If an aging loved one requires constant companionship and assistance, you may be considering around-the-clock care. Both 24-hour care and live-in care provide the level of support that a senior may need. So what’s the difference between these care services? And which one is best for the senior?
In this post, we will discuss the pros and cons of each of these types of care and help you identify the best option.
What Is the Difference between 24-Hour and Live-In Care?
At a glance, here are the main differences between 24-hour and live-in care.
|24-Hour Care||Live-In Care|
|Number of primary caregivers involved||2+ caregivers||1 caregiver|
|Hours per day that a caregiver works||8 to 12 hours||24 hours|
|Breaks||Optional as per the family's instructions||8-hour sleeping break & 4-hour break mid shift|
|Cost||Billed hourly||Billed daily|
24-hour care is round-the-clock care provided by multiple caregivers. A 24-hour shift could be divided into two 12-hour shifts, three 3-hour shifts, or even shorter shifts as needed. As a result, a senior will have multiple caregivers as part of their care team. Care is billed hourly, and at Caring Senior Service, we charge a flat, hourly rate — regardless of weekends or overnight.
With 24-hour care, a caregiver can be allowed to sleep as long as it’s okay with the family and the senior. However, families are not required to give caregivers a sleeping break.
PROS of 24-Hour Care:
- Maximum alertness and supervision from caregivers
- Variety of social interaction
- Multiple caregivers who know the client and their preferences in case a caregiver can’t make their shift
CONS of 24-Hour Care:
- Cost could be higher than live-in care
- Less consistency due to multiple caregivers providing services
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Hiring a live-in caregiver means hiring caregiver that lives on the premises with the client to provide personal care and assist with tasks of daily living. They could live in a separate room in the same home or live in a separate area on the property.
With this type of care, a senior of their family must arrange sleeping accommodations and cover meals. The caregiver works 24 hours a day, but the family is required to give the caregiver an 8-hour break for sleeping and a 4-hour break during the daytime. Typically, the caregiver works 4 to 5 days a week, so a senior may require one caregiver during the week and another on weekends. Live-in caregivers are charged by the day.
PROS of Live-In Care:
- High consistency of care due to fewer caregivers
- Strong relationship between caregiver and client
CONS of Live-In Care:
- Lapses in care due to breaks
- Family must arrange additional care if the caregiver becomes sick, quits, takes a vacation, etc.
- Must prepare a space in the home for the caregiver
Which Option Is Best?
Both 24-hour and live-in care can be great options for seniors. These types of caregivers can both be sourced through a trustworthy home care agency. Agencies run background checks and assist with scheduling, administration, and other caregiver management tasks.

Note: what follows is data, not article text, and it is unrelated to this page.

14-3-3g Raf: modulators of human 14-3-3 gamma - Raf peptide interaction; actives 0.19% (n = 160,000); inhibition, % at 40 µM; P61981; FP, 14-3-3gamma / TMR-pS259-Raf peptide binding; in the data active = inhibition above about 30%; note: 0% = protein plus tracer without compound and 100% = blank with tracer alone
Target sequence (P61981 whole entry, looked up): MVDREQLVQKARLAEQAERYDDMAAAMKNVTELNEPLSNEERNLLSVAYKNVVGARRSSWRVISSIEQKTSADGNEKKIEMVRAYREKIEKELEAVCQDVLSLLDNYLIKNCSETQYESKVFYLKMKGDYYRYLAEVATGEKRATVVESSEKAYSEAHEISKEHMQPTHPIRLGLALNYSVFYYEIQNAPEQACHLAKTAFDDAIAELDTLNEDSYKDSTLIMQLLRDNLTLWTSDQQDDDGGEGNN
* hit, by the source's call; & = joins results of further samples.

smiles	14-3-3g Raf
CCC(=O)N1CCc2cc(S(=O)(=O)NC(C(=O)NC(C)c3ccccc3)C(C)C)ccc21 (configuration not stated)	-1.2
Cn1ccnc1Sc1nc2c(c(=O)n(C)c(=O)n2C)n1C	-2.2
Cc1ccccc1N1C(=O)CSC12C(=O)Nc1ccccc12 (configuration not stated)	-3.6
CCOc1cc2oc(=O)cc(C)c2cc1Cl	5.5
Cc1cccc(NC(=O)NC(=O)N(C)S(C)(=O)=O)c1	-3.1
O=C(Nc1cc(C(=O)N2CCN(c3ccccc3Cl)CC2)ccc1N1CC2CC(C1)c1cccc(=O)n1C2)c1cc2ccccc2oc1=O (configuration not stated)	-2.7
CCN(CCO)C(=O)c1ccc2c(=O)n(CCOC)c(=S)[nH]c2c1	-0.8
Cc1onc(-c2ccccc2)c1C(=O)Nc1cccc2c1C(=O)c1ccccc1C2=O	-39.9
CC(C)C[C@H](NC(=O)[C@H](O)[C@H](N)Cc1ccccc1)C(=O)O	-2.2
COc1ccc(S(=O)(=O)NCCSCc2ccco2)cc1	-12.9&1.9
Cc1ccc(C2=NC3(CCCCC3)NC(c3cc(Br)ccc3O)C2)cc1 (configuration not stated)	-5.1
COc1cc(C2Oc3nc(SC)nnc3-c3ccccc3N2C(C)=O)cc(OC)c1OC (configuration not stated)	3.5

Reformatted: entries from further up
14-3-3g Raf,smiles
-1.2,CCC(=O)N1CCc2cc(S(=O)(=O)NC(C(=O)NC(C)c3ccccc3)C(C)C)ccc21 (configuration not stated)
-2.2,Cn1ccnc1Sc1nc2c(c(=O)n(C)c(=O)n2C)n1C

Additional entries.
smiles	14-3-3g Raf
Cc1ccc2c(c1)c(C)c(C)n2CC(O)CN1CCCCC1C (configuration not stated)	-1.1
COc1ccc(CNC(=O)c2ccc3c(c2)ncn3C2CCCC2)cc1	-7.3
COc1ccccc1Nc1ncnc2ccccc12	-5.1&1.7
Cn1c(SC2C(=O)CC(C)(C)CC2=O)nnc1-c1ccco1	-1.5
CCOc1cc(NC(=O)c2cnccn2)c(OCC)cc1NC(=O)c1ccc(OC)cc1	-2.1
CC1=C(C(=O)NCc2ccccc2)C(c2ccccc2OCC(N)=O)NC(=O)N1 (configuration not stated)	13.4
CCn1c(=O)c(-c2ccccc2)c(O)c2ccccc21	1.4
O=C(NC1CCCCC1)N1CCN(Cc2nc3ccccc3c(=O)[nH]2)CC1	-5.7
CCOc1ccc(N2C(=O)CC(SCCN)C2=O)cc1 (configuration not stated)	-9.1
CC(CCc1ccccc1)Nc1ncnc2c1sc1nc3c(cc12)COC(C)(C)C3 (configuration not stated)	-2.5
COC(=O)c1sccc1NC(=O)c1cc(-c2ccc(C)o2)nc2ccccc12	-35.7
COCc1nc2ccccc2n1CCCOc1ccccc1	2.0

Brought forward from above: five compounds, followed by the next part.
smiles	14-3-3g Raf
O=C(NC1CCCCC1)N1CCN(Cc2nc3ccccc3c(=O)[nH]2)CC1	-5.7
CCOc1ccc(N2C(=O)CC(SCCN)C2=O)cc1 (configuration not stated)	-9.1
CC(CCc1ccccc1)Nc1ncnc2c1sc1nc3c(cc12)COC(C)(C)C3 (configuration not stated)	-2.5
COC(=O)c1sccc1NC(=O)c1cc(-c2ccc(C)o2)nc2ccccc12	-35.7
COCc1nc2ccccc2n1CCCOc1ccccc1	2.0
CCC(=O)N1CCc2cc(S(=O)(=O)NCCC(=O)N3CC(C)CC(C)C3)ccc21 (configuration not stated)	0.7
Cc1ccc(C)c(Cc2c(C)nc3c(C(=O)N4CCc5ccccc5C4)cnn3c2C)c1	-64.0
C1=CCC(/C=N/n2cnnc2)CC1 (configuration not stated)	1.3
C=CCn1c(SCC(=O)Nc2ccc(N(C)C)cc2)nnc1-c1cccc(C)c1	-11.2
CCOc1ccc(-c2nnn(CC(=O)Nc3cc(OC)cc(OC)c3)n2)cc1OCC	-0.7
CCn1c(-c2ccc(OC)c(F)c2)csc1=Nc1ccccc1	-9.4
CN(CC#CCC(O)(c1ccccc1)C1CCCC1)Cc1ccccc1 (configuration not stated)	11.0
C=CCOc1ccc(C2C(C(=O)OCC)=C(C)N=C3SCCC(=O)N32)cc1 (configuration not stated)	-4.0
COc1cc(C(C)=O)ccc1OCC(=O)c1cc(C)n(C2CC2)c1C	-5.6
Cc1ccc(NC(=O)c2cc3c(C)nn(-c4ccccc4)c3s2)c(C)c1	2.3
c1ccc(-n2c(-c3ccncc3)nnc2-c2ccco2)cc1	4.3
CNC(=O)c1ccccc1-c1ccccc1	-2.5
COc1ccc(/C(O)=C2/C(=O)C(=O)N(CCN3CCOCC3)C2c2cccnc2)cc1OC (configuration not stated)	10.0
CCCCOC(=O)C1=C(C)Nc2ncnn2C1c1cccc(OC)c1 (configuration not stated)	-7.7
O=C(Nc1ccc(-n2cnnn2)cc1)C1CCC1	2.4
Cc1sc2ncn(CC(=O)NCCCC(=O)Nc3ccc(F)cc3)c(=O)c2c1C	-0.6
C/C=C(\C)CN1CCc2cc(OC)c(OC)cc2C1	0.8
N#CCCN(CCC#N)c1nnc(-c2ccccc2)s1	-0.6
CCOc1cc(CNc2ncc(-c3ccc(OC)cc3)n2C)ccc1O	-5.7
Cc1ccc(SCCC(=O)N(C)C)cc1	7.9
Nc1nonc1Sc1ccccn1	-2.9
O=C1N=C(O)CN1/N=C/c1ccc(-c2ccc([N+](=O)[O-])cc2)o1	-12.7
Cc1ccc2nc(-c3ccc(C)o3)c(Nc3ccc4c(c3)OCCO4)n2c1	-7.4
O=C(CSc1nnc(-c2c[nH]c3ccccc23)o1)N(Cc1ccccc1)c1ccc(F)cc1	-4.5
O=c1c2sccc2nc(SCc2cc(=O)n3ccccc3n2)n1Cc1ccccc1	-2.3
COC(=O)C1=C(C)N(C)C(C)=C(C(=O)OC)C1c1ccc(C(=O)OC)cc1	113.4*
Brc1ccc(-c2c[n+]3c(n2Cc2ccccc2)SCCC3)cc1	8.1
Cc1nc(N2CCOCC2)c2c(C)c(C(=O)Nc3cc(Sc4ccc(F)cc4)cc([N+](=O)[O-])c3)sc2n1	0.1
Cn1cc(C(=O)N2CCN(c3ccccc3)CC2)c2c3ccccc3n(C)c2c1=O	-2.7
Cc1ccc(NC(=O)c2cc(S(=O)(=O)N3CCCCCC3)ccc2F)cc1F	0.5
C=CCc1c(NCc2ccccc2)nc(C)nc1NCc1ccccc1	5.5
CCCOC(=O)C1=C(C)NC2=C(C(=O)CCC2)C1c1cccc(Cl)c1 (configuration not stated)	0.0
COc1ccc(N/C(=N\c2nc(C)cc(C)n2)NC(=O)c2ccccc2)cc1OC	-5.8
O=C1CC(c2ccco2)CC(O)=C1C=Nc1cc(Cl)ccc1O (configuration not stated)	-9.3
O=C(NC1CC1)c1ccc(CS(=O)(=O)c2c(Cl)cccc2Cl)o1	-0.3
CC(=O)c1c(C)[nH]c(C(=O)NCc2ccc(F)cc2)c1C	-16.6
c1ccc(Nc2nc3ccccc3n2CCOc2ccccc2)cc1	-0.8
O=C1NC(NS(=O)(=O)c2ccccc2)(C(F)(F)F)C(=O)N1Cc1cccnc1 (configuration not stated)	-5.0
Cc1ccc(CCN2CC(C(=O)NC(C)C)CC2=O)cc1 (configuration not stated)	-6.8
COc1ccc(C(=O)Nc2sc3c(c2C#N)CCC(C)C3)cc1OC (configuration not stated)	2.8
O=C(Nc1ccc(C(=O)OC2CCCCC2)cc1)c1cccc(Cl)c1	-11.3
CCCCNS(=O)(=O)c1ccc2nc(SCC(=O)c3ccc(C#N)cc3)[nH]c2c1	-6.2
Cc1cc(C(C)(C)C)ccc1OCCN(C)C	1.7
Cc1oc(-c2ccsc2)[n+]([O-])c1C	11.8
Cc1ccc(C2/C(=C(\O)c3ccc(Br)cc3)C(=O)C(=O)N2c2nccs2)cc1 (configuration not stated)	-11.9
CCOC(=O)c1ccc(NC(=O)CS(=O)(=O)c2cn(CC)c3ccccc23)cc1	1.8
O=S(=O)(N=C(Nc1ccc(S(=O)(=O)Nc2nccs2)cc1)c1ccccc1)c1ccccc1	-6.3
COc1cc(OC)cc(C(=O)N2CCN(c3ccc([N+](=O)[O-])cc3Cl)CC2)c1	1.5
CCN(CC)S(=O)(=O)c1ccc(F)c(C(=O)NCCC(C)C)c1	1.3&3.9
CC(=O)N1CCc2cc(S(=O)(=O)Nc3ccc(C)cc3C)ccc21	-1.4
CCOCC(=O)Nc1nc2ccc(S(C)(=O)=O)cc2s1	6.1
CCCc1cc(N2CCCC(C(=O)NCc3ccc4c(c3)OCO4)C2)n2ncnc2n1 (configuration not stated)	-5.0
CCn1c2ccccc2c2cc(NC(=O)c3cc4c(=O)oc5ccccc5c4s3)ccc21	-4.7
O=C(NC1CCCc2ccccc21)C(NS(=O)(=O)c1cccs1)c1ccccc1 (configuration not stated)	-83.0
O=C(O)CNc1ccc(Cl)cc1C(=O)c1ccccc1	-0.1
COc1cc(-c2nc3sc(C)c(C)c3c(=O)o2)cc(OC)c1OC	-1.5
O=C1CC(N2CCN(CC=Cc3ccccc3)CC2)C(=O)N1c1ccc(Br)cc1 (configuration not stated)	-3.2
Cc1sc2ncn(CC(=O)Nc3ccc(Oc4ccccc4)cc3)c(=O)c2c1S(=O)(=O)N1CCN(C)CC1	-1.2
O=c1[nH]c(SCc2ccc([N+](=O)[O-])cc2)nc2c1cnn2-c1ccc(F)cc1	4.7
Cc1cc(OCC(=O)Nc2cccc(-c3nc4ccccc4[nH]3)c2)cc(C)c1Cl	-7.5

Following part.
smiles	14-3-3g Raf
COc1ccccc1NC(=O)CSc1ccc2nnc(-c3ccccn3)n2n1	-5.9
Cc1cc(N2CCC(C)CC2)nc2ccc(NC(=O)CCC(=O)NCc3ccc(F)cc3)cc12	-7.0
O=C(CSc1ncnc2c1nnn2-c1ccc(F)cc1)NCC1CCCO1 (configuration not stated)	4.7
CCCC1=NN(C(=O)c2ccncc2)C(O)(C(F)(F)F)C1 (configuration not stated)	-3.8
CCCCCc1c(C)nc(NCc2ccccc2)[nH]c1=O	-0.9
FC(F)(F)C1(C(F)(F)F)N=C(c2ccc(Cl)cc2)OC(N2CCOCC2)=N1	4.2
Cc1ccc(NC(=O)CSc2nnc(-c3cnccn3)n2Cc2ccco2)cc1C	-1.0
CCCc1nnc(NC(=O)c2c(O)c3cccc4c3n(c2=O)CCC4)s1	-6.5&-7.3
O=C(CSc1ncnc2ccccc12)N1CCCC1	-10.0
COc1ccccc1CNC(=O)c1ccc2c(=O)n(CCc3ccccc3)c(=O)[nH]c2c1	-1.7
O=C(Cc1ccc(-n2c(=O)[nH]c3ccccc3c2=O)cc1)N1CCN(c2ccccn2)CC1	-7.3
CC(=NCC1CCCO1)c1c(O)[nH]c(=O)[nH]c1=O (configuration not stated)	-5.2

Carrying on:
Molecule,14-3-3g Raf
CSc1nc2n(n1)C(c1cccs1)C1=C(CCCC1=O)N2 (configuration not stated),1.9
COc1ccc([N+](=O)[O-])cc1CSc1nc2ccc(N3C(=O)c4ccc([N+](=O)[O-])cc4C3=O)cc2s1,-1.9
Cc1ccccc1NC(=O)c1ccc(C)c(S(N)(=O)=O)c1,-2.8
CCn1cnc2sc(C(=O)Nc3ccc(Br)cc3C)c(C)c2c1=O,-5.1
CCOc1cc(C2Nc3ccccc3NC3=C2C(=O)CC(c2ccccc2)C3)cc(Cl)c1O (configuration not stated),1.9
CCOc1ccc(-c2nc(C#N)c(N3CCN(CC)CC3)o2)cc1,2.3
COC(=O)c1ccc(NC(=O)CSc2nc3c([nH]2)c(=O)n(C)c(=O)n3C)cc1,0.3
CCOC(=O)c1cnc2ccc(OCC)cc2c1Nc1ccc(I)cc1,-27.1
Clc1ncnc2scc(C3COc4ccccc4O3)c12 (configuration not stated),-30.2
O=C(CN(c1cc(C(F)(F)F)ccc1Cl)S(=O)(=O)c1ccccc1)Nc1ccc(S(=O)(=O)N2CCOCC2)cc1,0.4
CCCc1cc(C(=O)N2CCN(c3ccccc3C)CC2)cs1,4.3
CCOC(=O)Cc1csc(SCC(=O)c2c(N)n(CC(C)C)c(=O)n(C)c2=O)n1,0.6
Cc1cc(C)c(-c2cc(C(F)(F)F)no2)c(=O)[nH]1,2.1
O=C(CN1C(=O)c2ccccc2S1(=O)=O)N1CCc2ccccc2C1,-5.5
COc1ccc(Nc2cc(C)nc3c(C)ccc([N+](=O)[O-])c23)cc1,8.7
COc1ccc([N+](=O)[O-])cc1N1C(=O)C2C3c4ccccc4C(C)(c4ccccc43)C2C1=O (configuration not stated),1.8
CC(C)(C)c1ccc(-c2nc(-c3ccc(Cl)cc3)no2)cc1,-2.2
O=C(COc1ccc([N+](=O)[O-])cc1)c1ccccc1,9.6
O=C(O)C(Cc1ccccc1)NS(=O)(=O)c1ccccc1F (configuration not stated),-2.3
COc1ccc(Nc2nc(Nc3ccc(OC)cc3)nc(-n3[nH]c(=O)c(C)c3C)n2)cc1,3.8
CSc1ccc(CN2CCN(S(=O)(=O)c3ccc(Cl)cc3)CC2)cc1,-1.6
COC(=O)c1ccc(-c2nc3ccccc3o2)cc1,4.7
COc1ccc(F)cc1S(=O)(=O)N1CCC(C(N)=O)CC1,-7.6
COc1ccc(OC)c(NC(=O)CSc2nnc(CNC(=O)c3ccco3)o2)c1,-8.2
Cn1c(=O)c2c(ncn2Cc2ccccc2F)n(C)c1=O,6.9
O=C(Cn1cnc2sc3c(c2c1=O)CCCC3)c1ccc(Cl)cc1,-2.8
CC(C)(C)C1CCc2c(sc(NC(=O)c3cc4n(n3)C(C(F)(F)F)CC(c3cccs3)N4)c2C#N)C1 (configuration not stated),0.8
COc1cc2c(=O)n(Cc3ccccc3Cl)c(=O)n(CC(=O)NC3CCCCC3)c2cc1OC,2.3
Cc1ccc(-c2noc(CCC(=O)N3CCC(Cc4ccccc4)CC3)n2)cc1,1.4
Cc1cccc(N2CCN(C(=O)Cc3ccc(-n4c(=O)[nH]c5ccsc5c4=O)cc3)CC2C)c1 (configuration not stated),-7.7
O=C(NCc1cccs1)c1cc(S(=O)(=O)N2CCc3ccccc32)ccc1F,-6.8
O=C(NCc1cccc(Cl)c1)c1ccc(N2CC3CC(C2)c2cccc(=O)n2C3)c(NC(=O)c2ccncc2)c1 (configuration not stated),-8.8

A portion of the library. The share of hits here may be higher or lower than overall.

So determining the right fit will depend on the senior’s needs and the family’s preferences and desired outcomes. Here are some considerations to keep in mind when deciding which option is best.
- Care needs. If a senior is well enough to be left unattended during a stretch of a few hours or at night, then a live-in caregiver can be a great option. However, if a senior cannot be left on their own, then 24-hour care would be a better fit because the senior can receive constant monitoring. For example, a senior with dementia may not be safe if left alone during breaks, so 24-hour care would be best.
- Socialization. Seniors may benefit from having multiple caregivers or do better with a single caregiver. Consider how well a senior does with socialization and how much interaction they need when making your decision. For example, a senior with severe anxiety may struggle with multiple caregivers in their home. Other seniors, however, may enjoy having interaction from several caregivers to help break up the day.
- Sleeping arrangements. Some seniors may not have suitable space in their home to provide sleeping arrangements for a caregiver. Typically, a live-in caregiver has a separate room and bathroom — but this could be within a senior’s home or in a separate building on the property. However, some live-in caregivers may agree to sleeping in the same room as a senior. Ultimately, a senior’s home may be too small or run down for a caregiver to agree to the arrangement.
- Cost. A live-in caregiver is often a cheaper option than 24-hour care. However, these savings could be offset some by the cost of room and board. And if a senior requires additional caregivers during break periods, 24-hour care may actually be a cheaper option. When considering costs, remember to check long-term care policies.
- Doctor’s recommendation. A physician can help families make the decision between 24-hour and live-in care. Talk to your loved one’s healthcare provider to determine which is the better fit to help maintain safety and well-being.
If you, a loved one, or a patient would benefit from around-the-clock care, reach out to your local Caring team. We can help determine what type of care would be best for a senior and provide a tailored care plan to meet the senior’s needs. Our professional caregivers are ready to assist 24/7.